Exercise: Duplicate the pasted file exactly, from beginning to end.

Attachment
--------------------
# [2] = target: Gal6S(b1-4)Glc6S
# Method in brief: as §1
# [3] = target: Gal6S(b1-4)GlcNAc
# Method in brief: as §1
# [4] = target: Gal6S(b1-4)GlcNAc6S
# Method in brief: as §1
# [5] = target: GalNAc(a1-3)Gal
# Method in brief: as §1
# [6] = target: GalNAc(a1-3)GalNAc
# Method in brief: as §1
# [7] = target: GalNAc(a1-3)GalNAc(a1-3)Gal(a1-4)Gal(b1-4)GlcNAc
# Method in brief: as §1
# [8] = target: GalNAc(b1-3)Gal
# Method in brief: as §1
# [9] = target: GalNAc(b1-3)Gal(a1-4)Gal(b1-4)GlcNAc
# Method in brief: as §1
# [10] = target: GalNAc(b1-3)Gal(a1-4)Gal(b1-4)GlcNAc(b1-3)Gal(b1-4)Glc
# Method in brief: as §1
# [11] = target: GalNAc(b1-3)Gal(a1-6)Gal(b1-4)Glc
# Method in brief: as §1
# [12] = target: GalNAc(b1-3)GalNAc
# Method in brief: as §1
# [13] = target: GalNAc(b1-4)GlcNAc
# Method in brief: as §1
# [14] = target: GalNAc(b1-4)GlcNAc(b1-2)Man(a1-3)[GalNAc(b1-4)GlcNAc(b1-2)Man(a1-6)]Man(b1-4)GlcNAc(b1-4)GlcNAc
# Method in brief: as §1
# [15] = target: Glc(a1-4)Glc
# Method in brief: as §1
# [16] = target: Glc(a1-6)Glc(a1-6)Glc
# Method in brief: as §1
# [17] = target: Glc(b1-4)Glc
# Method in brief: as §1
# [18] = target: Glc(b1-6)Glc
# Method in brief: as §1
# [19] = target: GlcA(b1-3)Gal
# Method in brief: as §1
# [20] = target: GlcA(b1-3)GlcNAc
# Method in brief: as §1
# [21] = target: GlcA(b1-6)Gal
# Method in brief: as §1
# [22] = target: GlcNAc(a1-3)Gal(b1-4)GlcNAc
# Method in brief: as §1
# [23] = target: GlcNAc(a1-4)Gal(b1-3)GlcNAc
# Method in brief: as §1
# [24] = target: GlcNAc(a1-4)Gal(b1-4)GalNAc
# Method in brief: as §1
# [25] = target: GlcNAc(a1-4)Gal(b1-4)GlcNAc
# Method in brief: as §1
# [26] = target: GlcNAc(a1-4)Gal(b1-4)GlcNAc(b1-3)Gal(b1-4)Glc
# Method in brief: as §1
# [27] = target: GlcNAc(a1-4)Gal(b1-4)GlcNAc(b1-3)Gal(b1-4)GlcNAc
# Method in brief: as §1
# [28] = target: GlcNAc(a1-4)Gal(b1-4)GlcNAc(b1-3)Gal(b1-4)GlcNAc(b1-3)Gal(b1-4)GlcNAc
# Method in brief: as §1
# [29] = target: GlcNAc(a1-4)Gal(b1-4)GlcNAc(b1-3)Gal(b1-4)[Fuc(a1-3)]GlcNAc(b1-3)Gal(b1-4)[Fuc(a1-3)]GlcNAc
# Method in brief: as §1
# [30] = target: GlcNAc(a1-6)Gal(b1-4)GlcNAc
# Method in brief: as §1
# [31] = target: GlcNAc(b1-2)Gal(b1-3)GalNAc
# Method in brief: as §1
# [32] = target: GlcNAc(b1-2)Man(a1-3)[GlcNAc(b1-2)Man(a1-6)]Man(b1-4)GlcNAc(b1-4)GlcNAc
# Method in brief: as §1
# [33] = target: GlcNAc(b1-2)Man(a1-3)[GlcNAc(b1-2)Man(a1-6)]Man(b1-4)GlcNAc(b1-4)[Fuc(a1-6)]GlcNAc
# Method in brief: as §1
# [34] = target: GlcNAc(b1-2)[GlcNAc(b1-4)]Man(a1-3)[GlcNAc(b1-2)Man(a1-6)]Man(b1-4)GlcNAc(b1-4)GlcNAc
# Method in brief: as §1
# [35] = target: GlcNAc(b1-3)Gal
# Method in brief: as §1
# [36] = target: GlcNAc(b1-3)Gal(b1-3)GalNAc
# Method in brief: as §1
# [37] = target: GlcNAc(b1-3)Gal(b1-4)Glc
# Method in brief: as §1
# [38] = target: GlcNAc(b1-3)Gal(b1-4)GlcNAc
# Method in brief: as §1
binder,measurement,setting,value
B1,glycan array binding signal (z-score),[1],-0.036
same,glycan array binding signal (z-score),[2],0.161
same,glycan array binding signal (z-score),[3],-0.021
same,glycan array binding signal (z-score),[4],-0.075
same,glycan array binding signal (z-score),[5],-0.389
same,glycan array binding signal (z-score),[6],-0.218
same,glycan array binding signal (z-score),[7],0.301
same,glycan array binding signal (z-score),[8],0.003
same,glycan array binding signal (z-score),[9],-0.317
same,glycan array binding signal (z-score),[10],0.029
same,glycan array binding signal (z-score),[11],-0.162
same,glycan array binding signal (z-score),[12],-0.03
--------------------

# [2] = target: Gal6S(b1-4)Glc6S
# Method in brief: as §1
# [3] = target: Gal6S(b1-4)GlcNAc
# Method in brief: as §1
# [4] = target: Gal6S(b1-4)GlcNAc6S
# Method in brief: as §1
# [5] = target: GalNAc(a1-3)Gal
# Method in brief: as §1
# [6] = target: GalNAc(a1-3)GalNAc
# Method in brief: as §1
# [7] = target: GalNAc(a1-3)GalNAc(a1-3)Gal(a1-4)Gal(b1-4)GlcNAc
# Method in brief: as §1
# [8] = target: GalNAc(b1-3)Gal
# Method in brief: as §1
# [9] = target: GalNAc(b1-3)Gal(a1-4)Gal(b1-4)GlcNAc
# Method in brief: as §1
# [10] = target: GalNAc(b1-3)Gal(a1-4)Gal(b1-4)GlcNAc(b1-3)Gal(b1-4)Glc
# Method in brief: as §1
# [11] = target: GalNAc(b1-3)Gal(a1-6)Gal(b1-4)Glc
# Method in brief: as §1
# [12] = target: GalNAc(b1-3)GalNAc
# Method in brief: as §1
# [13] = target: GalNAc(b1-4)GlcNAc
# Method in brief: as §1
# [14] = target: GalNAc(b1-4)GlcNAc(b1-2)Man(a1-3)[GalNAc(b1-4)GlcNAc(b1-2)Man(a1-6)]Man(b1-4)GlcNAc(b1-4)GlcNAc
# Method in brief: as §1
# [15] = target: Glc(a1-4)Glc
# Method in brief: as §1
# [16] = target: Glc(a1-6)Glc(a1-6)Glc
# Method in brief: as §1
# [17] = target: Glc(b1-4)Glc
# Method in brief: as §1
# [18] = target: Glc(b1-6)Glc
# Method in brief: as §1
# [19] = target: GlcA(b1-3)Gal
# Method in brief: as §1
# [20] = target: GlcA(b1-3)GlcNAc
# Method in brief: as §1
# [21] = target: GlcA(b1-6)Gal
# Method in brief: as §1
# [22] = target: GlcNAc(a1-3)Gal(b1-4)GlcNAc
# Method in brief: as §1
# [23] = target: GlcNAc(a1-4)Gal(b1-3)GlcNAc
# Method in brief: as §1
# [24] = target: GlcNAc(a1-4)Gal(b1-4)GalNAc
# Method in brief: as §1
# [25] = target: GlcNAc(a1-4)Gal(b1-4)GlcNAc
# Method in brief: as §1
# [26] = target: GlcNAc(a1-4)Gal(b1-4)GlcNAc(b1-3)Gal(b1-4)Glc
# Method in brief: as §1
# [27] = target: GlcNAc(a1-4)Gal(b1-4)GlcNAc(b1-3)Gal(b1-4)GlcNAc
# Method in brief: as §1
# [28] = target: GlcNAc(a1-4)Gal(b1-4)GlcNAc(b1-3)Gal(b1-4)GlcNAc(b1-3)Gal(b1-4)GlcNAc
# Method in brief: as §1
# [29] = target: GlcNAc(a1-4)Gal(b1-4)GlcNAc(b1-3)Gal(b1-4)[Fuc(a1-3)]GlcNAc(b1-3)Gal(b1-4)[Fuc(a1-3)]GlcNAc
# Method in brief: as §1
# [30] = target: GlcNAc(a1-6)Gal(b1-4)GlcNAc
# Method in brief: as §1
# [31] = target: GlcNAc(b1-2)Gal(b1-3)GalNAc
# Method in brief: as §1
# [32] = target: GlcNAc(b1-2)Man(a1-3)[GlcNAc(b1-2)Man(a1-6)]Man(b1-4)GlcNAc(b1-4)GlcNAc
# Method in brief: as §1
# [33] = target: GlcNAc(b1-2)Man(a1-3)[GlcNAc(b1-2)Man(a1-6)]Man(b1-4)GlcNAc(b1-4)[Fuc(a1-6)]GlcNAc
# Method in brief: as §1
# [34] = target: GlcNAc(b1-2)[GlcNAc(b1-4)]Man(a1-3)[GlcNAc(b1-2)Man(a1-6)]Man(b1-4)GlcNAc(b1-4)GlcNAc
# Method in brief: as §1
# [35] = target: GlcNAc(b1-3)Gal
# Method in brief: as §1
# [36] = target: GlcNAc(b1-3)Gal(b1-3)GalNAc
# Method in brief: as §1
# [37] = target: GlcNAc(b1-3)Gal(b1-4)Glc
# Method in brief: as §1
# [38] = target: GlcNAc(b1-3)Gal(b1-4)GlcNAc
# Method in brief: as §1
binder,measurement,setting,value
B1,glycan array binding signal (z-score),[1],-0.036
same,glycan array binding signal (z-score),[2],0.161
same,glycan array binding signal (z-score),[3],-0.021
same,glycan array binding signal (z-score),[4],-0.075
same,glycan array binding signal (z-score),[5],-0.389
same,glycan array binding signal (z-score),[6],-0.218
same,glycan array binding signal (z-score),[7],0.301
same,glycan array binding signal (z-score),[8],0.003
same,glycan array binding signal (z-score),[9],-0.317
same,glycan array binding signal (z-score),[10],0.029
same,glycan array binding signal (z-score),[11],-0.162
same,glycan array binding signal (z-score),[12],-0.03